An average clock speed of about 40 to 60 megahertz and the hero sustaining about 4,000 20 megahertz or so about 4.0 to gigahertz after the first 56 seconds the limiting factor becomes pl-1 so the frequency is not directly limited and

Differences start to emerge finally we've also reported on motherboard manufacturers cheating performance by bumping base clock in the past this isn't what we're focusing on today but we've pointed out here to show that even

When manufacturers of a turbo guidelines there are other ways to fudge numbers ever-so-slightly the msi as rock and gigabyte boards reported a proper study base clock of

100 point zero zero three out the workloads with the master in particular showing zero deviation whatsoever while both of the asus boards fluctuated between 100 point 4 and 100 point 5 megahertz in the same test that means

That the 53 x max turbo multiplier of the 10 900k translates to a frequency of 50 321 250 327 megahertz for 56 seconds rather than 50 300 megahertz like it should be however please note that we manually configure be clocked 100 point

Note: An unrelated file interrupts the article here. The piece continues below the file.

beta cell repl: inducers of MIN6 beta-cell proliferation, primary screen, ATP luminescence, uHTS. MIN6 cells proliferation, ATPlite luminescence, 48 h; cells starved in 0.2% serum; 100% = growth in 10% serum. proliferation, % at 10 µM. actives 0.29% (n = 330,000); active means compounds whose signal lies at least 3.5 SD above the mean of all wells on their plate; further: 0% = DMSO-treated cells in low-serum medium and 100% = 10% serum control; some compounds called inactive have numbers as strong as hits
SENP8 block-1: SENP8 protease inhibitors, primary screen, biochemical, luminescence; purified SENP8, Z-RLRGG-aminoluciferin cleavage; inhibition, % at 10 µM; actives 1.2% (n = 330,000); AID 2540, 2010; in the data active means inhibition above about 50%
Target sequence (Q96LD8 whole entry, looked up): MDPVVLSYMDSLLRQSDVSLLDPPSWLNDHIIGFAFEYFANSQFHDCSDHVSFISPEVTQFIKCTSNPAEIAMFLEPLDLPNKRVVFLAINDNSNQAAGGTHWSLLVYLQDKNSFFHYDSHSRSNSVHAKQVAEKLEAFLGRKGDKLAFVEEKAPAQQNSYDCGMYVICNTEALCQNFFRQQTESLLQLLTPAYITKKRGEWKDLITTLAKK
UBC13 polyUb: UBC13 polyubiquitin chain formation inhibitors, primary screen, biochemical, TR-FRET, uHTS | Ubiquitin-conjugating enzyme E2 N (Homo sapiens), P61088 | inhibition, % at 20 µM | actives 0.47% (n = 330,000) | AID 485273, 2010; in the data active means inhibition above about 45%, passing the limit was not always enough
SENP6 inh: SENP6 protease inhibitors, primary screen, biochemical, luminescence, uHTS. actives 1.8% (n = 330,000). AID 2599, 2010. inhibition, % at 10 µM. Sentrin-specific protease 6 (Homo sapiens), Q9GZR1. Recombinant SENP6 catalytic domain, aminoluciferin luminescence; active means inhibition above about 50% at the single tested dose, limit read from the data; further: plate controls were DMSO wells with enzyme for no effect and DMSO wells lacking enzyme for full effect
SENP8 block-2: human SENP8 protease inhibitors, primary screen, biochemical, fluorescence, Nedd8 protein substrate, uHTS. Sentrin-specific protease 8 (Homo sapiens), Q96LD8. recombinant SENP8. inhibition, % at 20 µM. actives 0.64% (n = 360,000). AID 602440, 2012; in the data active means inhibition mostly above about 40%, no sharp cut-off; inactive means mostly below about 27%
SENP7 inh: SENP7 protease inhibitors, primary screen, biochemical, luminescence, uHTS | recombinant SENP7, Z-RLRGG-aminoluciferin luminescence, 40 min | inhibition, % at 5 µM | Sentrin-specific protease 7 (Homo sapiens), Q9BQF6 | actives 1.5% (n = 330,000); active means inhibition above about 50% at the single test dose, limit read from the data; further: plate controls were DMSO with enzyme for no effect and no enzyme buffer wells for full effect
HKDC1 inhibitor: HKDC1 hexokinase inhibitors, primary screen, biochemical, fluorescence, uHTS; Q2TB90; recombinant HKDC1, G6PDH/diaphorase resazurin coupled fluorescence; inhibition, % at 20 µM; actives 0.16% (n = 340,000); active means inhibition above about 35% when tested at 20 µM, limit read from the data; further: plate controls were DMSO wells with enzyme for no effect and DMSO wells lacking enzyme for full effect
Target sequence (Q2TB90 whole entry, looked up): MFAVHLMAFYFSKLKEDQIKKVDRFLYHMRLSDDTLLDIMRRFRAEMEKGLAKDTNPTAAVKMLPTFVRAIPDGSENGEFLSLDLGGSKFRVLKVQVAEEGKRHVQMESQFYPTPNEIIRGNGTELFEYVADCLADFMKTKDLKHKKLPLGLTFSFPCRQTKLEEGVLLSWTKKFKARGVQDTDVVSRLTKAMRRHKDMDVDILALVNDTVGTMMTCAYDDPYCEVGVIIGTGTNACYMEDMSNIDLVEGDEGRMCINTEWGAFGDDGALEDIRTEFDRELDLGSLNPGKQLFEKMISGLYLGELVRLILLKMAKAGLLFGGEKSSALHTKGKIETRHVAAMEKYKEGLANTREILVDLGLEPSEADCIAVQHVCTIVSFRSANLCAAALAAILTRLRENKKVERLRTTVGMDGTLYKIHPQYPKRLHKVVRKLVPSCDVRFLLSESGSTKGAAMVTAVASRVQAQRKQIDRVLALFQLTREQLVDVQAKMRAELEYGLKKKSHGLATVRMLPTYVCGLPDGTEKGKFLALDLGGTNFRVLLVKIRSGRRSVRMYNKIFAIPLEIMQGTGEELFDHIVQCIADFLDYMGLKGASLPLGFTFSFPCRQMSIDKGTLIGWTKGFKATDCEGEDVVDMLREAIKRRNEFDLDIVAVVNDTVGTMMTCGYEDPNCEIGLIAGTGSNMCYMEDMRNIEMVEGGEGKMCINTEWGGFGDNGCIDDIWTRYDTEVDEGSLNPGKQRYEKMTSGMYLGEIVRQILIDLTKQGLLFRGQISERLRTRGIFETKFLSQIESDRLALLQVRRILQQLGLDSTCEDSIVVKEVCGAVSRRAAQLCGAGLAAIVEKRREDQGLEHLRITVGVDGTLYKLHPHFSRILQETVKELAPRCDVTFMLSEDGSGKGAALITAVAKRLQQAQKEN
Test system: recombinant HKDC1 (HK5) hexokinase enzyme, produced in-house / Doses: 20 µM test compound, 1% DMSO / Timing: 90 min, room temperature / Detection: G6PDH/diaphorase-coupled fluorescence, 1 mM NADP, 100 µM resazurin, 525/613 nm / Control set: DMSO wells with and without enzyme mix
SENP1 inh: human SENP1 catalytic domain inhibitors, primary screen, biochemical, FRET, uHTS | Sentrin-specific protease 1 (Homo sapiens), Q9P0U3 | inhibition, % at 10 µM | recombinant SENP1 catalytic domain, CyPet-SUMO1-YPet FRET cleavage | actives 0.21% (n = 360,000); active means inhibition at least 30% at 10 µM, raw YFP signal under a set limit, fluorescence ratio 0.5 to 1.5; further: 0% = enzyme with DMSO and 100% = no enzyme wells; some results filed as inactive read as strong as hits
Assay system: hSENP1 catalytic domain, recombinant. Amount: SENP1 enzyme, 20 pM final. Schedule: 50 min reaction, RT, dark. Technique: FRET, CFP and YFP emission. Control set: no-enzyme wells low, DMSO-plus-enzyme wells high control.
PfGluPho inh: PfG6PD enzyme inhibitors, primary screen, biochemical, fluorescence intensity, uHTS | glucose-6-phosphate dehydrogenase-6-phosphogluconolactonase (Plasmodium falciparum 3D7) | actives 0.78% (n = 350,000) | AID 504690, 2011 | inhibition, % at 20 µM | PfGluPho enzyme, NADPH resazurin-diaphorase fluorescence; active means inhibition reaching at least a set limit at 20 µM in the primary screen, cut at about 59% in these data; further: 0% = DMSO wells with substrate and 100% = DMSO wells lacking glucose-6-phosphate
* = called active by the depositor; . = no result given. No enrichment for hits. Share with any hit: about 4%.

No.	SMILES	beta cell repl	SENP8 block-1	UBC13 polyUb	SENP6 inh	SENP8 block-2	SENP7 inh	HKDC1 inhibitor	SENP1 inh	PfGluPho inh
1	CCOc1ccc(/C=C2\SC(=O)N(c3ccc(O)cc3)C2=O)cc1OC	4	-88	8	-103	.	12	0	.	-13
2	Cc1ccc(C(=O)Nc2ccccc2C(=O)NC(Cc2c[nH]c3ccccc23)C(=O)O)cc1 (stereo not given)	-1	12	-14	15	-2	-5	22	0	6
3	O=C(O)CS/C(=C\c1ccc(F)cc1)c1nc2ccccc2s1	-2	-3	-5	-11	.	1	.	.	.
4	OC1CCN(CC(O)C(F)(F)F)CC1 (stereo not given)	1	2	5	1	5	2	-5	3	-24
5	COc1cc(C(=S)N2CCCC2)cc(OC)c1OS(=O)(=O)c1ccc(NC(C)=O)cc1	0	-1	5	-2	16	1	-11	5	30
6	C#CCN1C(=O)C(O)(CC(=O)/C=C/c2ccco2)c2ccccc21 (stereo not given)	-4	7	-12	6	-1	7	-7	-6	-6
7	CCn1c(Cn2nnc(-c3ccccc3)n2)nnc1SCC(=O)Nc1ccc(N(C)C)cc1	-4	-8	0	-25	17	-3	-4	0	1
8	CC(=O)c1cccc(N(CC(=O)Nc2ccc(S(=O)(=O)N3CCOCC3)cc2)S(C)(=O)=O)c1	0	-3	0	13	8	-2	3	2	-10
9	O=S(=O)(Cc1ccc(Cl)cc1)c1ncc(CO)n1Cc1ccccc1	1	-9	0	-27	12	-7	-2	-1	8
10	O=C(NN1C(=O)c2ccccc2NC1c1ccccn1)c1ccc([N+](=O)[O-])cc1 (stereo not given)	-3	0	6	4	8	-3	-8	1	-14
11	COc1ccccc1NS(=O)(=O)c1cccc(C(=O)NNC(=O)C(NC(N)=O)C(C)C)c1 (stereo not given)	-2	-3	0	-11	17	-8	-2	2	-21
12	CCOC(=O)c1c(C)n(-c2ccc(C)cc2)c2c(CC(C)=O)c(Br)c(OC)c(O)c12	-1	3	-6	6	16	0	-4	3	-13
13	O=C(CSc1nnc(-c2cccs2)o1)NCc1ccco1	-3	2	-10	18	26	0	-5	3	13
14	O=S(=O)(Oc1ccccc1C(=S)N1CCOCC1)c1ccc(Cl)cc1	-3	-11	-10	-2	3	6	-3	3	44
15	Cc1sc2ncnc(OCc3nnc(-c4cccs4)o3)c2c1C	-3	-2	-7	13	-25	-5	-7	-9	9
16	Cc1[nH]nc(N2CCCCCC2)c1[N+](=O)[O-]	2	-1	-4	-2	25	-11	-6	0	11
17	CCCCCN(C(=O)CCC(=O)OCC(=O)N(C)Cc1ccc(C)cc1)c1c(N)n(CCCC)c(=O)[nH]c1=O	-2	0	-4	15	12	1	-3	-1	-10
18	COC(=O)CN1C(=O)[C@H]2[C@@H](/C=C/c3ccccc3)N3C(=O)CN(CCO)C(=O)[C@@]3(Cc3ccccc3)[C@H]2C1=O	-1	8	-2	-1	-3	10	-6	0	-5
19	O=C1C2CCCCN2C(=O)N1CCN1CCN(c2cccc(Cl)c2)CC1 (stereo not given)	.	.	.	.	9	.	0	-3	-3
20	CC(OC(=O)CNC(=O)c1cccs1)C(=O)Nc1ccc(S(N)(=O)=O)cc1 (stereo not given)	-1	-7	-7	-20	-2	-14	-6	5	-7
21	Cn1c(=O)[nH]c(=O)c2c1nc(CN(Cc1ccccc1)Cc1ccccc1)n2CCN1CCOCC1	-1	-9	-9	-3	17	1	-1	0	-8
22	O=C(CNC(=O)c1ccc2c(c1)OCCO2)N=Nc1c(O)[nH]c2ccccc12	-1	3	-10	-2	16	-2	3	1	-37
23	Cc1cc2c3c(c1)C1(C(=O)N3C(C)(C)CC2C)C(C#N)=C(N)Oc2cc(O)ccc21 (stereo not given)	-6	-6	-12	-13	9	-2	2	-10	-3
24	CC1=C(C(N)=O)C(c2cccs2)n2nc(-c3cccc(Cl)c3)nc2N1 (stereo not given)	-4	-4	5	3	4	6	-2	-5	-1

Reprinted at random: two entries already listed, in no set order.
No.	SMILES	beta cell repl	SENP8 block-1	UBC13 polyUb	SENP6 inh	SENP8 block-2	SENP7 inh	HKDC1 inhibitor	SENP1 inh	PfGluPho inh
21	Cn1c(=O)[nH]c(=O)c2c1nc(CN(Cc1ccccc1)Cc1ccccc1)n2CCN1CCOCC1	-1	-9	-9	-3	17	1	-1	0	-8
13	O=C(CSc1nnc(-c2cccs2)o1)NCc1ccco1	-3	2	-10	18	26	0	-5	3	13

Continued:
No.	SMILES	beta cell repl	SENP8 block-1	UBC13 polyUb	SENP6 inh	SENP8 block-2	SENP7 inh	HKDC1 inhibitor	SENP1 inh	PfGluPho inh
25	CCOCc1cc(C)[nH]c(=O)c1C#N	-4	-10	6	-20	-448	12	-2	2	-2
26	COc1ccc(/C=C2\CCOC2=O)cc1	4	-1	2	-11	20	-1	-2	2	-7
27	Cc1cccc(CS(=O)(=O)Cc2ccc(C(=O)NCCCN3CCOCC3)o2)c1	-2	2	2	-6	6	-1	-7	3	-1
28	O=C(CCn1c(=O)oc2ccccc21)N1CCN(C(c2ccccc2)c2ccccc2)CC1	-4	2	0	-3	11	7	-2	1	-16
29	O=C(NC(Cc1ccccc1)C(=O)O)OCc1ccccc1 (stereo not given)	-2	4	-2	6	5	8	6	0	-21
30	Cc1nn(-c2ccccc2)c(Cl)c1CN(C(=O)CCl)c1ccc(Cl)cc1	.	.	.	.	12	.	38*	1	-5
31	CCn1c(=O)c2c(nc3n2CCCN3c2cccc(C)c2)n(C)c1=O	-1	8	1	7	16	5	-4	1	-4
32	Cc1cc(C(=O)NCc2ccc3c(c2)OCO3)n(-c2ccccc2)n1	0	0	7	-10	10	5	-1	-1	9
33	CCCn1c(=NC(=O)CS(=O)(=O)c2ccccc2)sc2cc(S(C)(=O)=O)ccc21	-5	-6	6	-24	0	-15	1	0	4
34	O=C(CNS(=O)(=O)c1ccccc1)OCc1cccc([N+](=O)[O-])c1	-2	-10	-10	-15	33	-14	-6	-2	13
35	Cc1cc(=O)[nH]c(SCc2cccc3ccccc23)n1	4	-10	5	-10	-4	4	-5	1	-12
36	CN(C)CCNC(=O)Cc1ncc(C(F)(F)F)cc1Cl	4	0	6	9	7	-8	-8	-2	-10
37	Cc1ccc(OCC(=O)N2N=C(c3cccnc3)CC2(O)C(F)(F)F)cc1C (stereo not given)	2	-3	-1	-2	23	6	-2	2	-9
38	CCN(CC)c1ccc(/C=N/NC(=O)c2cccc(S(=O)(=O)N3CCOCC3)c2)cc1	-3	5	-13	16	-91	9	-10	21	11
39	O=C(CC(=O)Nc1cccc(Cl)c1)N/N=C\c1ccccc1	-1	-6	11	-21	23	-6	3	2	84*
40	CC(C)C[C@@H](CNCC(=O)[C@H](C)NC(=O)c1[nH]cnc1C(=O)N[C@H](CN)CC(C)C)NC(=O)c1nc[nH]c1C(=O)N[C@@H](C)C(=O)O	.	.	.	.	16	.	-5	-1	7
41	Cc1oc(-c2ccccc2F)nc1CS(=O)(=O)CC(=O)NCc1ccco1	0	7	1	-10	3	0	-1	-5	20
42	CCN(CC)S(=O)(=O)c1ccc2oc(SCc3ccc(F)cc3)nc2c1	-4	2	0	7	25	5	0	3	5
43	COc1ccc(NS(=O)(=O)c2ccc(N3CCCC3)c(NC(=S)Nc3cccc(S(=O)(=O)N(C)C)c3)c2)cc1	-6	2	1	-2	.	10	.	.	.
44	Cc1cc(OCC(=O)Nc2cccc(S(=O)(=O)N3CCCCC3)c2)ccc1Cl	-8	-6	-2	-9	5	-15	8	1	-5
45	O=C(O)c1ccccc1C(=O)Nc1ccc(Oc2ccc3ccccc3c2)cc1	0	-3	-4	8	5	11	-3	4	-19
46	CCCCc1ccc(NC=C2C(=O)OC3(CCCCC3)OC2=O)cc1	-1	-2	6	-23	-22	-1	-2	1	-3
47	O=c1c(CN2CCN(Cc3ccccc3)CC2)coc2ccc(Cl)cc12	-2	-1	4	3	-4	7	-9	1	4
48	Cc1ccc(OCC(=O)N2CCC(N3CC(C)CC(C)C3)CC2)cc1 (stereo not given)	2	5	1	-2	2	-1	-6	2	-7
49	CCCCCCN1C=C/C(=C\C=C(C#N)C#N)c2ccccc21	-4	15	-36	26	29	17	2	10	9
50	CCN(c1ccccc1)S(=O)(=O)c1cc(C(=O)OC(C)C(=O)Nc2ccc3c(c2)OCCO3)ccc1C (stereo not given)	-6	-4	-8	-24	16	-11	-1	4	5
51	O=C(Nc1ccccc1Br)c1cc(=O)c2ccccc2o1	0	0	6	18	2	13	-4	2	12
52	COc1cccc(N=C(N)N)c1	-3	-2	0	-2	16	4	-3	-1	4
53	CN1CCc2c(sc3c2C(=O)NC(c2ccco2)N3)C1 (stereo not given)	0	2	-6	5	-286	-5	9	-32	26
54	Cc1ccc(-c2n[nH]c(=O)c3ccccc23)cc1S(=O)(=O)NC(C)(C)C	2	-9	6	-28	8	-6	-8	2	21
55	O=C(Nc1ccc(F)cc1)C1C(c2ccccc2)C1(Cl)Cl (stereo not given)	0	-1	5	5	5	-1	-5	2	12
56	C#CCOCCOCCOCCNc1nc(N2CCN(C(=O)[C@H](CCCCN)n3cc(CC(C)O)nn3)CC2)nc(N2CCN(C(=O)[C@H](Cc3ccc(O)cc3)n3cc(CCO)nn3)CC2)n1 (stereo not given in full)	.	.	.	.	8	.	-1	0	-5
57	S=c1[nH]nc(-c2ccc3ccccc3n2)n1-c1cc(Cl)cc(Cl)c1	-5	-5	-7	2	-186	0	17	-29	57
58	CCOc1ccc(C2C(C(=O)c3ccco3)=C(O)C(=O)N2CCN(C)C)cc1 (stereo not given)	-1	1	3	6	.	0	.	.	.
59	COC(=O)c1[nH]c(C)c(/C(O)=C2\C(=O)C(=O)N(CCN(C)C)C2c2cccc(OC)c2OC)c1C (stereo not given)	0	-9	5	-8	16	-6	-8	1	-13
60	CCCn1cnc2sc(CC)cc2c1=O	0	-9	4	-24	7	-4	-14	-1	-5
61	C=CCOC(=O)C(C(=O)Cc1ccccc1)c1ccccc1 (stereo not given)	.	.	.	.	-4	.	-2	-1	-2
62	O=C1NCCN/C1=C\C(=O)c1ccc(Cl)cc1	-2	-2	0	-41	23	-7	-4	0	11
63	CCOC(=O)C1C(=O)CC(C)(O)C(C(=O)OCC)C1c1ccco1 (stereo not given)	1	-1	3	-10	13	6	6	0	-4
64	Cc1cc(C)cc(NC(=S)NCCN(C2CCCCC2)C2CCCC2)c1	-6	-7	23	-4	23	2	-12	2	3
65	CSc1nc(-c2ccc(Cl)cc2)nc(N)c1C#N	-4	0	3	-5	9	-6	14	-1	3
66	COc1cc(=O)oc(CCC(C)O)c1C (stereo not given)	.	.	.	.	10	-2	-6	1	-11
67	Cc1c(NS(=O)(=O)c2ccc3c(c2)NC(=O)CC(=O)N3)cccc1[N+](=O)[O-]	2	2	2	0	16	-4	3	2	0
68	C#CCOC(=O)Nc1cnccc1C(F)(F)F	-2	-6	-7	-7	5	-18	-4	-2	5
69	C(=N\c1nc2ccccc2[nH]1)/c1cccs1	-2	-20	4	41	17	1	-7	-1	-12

0 0 for CPU reviews so this has no impact on the results for the review as for the reason for the board's different behavior it becomes more obvious when we look with this tool the two asus boards obey stock guidelines for po1

P l2 current multipliers per number of active cores and multipliers for each individual core these are the limits that can and will be hit during normal use the ACE and the master take the typical MCE approach of maxing out PL 1

PL 2 and current but leave the actual turbo multipliers unchanged therefore the boards boost normally but do so forever regardless of the turbo limit duration setting since PL 1 and PL 2 are the same and the limits can't be hit the